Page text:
IRS spotlights charity fraud awareness this week


The Internal Revenue Service is teaming up with international organizations and regulators this week to call attention to the dangers of charity fraud.

The Charity Fraud Awareness Week campaign brings together a group of charities, regulators, law enforcement organizations and nonprofits from around the globe. The goal is to raise awareness of fraud and cybercrime affecting organizations and to create a safe space for charities and their supporters to discuss fraud and share helpful practices.

According to the Fraud Advisory Panel, a U.K.-based organization leading the campaign, cybercrime is on the increase, fueled by the COVID-19 pandemic, with charities, their supporters and beneficiaries finding themselves under attack. The panel estimates the average charitable organization will lose 5% of its revenue to fraud per year. The IRS is partnering in Charity Fraud Awareness Week as part of its ongoing efforts to combat fraud against charities, businesses and individuals.

The IRS headquarters building in Washington, D.C.

Andrew Harrer/Bloomberg

Along with hitting charities with cybercrime, fraudsters are also setting up fake charities, which are again listed among the IRS’s “Dirty Dozen” tax scams for 2021.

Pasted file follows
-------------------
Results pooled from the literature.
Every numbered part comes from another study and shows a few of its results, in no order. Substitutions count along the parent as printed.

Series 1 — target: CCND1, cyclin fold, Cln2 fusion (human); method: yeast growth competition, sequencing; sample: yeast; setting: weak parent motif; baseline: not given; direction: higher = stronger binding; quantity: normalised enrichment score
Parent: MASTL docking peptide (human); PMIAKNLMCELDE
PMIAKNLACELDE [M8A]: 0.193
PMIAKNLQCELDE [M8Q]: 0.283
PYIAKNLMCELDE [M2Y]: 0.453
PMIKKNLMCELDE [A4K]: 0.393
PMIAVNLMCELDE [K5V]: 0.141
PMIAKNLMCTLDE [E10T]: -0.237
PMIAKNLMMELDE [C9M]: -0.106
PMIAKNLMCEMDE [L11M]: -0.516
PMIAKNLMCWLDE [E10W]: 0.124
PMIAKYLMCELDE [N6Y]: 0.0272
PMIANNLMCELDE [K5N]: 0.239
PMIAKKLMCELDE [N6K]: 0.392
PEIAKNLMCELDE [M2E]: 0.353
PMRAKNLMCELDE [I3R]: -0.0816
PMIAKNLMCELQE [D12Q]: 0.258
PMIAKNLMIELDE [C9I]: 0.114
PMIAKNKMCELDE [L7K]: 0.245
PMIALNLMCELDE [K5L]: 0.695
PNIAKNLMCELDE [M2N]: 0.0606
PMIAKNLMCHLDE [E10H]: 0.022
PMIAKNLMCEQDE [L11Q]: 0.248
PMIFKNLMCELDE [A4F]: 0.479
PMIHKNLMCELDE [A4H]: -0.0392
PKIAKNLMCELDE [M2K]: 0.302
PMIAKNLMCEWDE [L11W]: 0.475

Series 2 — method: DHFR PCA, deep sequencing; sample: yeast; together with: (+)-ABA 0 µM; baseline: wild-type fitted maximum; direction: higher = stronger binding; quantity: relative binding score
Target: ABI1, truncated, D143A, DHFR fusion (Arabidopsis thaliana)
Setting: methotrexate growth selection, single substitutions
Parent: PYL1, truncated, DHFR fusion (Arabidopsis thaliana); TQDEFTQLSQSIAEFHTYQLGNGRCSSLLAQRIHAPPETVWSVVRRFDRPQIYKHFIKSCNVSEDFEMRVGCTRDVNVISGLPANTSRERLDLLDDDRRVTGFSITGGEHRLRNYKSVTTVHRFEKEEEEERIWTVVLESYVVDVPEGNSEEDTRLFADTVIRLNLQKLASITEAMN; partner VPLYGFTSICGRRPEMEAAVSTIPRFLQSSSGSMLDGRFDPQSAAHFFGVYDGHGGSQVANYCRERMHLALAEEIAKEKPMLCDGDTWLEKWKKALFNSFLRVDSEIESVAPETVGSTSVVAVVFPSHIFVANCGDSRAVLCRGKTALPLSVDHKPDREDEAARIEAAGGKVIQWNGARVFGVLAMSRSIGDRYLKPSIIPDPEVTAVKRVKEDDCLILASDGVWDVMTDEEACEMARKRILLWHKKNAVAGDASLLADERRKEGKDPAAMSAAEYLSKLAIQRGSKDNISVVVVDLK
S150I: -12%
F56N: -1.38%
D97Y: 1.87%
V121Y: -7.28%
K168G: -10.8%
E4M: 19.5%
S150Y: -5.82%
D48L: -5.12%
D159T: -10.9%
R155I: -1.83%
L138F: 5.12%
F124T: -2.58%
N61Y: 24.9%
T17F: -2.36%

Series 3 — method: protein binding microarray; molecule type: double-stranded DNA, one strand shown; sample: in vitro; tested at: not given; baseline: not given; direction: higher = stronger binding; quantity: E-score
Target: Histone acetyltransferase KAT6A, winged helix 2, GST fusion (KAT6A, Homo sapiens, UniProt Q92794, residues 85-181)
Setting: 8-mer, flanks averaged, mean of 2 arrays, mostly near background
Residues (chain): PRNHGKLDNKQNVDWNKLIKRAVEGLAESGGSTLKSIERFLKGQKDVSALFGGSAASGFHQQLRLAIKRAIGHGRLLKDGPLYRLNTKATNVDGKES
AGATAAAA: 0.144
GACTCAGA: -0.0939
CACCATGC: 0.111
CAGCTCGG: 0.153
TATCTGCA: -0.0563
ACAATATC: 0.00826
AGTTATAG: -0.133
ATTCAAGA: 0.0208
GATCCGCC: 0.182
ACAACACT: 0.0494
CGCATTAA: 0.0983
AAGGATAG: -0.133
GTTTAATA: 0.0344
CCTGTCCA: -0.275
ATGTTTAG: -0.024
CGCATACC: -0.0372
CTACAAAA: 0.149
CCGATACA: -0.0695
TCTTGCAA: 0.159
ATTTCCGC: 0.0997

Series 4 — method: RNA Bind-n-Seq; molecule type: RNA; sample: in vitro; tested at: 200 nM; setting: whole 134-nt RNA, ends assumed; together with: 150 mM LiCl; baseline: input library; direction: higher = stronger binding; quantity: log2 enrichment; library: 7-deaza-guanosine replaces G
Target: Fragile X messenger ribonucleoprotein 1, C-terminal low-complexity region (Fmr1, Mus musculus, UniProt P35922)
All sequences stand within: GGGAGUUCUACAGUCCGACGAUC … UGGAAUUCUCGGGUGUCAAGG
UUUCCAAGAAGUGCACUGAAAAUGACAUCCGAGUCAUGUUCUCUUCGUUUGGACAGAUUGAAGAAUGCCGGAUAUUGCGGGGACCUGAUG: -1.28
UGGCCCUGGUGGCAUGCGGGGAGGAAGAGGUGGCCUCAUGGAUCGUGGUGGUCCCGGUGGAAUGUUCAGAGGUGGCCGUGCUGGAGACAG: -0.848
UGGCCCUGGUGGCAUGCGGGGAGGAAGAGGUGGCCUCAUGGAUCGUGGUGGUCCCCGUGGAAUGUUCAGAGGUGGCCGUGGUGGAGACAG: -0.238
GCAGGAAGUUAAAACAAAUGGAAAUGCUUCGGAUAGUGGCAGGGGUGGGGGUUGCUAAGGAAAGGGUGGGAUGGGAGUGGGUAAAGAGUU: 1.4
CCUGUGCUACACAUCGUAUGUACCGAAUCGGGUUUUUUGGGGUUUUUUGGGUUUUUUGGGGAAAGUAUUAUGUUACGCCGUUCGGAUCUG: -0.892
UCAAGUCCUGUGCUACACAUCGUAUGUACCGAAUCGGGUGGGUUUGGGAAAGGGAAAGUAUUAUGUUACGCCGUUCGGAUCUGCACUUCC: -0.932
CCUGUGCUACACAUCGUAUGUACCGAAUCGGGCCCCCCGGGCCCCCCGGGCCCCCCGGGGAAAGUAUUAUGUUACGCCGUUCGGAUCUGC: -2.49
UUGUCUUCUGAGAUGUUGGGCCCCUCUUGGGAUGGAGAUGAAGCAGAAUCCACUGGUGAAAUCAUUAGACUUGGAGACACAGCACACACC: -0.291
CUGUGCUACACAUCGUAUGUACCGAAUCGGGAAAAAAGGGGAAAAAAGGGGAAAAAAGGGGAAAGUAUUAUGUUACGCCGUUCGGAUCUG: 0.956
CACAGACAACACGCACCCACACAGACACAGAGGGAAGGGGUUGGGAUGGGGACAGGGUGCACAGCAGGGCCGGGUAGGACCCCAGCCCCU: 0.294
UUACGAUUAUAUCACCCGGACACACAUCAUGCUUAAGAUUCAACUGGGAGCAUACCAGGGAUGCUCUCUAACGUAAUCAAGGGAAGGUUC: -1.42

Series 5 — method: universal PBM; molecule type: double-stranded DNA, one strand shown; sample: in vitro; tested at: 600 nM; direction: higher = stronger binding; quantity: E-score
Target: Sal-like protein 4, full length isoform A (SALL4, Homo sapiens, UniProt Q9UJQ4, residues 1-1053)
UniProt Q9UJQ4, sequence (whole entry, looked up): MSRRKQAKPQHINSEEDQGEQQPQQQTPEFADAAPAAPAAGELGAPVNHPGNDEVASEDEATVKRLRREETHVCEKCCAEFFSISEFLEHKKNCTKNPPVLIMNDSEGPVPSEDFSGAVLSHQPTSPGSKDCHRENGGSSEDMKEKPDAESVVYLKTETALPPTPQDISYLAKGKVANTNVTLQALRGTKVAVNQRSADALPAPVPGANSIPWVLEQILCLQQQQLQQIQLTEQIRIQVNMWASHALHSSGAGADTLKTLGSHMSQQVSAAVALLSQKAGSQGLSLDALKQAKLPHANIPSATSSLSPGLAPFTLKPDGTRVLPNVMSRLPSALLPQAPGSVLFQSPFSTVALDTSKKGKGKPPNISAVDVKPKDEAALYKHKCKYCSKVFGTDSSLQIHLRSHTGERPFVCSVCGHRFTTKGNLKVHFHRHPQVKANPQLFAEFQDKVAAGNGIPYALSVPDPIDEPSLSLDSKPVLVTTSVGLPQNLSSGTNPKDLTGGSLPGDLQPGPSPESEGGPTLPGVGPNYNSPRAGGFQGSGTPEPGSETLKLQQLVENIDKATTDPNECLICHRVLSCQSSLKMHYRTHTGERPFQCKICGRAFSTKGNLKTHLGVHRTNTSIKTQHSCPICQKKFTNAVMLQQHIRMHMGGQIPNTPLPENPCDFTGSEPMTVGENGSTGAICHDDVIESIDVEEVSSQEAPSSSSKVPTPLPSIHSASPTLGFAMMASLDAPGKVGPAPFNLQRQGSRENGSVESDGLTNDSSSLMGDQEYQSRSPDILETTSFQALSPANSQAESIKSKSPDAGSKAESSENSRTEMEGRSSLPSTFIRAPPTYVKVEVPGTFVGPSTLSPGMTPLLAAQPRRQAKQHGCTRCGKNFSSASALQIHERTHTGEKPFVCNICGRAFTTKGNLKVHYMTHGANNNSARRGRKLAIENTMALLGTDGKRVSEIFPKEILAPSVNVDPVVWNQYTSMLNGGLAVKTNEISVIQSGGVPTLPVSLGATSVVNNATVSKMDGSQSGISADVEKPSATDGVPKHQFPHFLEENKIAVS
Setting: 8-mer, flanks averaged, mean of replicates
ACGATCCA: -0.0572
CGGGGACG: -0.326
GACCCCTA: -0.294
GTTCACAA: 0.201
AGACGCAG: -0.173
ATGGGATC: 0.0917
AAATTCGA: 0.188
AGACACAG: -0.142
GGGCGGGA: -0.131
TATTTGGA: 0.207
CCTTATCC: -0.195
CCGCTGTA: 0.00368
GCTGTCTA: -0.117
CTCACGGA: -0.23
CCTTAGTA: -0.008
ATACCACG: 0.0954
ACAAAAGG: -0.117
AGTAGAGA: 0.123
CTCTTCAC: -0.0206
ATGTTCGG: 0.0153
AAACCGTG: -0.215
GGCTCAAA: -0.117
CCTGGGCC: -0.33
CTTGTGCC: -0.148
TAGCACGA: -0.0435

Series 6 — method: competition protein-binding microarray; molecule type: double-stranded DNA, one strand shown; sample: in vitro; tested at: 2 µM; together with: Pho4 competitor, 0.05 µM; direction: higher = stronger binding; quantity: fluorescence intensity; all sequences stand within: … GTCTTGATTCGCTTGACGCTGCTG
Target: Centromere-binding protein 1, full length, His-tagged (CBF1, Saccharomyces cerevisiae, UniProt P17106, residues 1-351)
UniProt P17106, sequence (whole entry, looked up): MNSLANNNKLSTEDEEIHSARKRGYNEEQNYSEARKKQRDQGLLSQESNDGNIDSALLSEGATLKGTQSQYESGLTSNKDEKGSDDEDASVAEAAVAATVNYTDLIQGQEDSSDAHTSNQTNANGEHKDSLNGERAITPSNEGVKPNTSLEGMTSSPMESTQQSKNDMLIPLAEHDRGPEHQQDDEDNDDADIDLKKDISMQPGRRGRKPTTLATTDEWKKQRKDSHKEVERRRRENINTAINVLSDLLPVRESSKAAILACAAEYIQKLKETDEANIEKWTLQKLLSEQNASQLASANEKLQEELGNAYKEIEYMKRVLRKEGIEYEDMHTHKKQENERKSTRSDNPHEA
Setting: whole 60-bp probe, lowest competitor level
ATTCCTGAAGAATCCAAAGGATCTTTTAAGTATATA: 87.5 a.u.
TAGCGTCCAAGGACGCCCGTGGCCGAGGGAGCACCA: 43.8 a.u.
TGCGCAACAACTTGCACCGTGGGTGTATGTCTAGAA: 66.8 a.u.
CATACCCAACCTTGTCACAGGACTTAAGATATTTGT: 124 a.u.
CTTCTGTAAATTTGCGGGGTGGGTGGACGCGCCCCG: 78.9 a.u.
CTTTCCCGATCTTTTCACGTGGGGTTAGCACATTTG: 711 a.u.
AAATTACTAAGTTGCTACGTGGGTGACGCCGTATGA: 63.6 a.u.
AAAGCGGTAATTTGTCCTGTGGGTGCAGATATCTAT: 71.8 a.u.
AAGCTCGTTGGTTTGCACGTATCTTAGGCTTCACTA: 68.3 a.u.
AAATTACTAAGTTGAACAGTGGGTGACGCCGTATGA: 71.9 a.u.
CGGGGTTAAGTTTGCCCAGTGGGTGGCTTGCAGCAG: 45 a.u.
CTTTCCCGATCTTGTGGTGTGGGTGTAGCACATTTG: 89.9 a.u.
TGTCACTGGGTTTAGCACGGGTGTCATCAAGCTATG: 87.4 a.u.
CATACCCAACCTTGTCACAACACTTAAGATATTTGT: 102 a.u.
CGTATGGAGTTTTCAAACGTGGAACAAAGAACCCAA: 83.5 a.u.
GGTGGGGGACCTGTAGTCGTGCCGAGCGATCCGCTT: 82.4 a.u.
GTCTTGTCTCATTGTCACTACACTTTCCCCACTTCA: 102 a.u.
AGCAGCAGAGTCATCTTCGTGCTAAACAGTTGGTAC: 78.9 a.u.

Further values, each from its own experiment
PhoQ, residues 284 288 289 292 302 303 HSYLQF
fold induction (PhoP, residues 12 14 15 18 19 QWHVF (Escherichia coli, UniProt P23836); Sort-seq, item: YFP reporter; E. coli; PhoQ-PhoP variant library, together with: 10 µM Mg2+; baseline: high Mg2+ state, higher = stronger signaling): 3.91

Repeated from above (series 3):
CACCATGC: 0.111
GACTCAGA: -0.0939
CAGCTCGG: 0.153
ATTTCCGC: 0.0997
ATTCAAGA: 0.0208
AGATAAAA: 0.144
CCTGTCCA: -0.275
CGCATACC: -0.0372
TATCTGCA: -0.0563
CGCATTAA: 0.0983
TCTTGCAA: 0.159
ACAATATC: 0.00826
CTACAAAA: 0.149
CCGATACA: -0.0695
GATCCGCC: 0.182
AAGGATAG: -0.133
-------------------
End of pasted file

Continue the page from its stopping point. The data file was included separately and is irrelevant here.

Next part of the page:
“We especially advise taxpayers to be on the lookout for scammers who set up fake organizations to take advantage of the public’s generosity,” said Rob Malone, director of the IRS’s Exempt Organizations and Government Entities division, in a statement Monday. “They take advantage of tragedies and disasters, such as the COVID-19 pandemic. Campaigns like Charity Fraud Awareness Week can help remind everyone to remain vigilant.”

Scams requesting donations for disaster relief efforts are especially common on the phone. Taxpayers should always check out a charity before they donate, and they should not feel pressured to give immediately.

A cornerstone of international Charity Fraud Awareness Week is a social media campaign focused on the theme of “We Can Do This” and featuring the hashtag #StopCharityFraud.

A special website has been created for the campaign and includes information to help partners, charities and other tax-exempt organizations and nonprofits find out more details about Charity Fraud Awareness Week; free resources, a fraud pledge for organizations, and a list of webinars and other events planned for the week.

Those encouraged to participate in the week’s activities include accountants, auditors and those acting as professional advisors to nonprofits; trustees, staff and volunteers from charities, nongovernmental organizations and nonprofits; organizations that represent the interests of nonprofits; and regulators, law enforcement officials and policymakers working to safeguard nonprofits.

For more information about Charity Fraud Awareness Week, visit the Fraud Advisory Panel website. Taxpayers can find legitimate, qualified charities with the Tax Exempt Organization Search tool on

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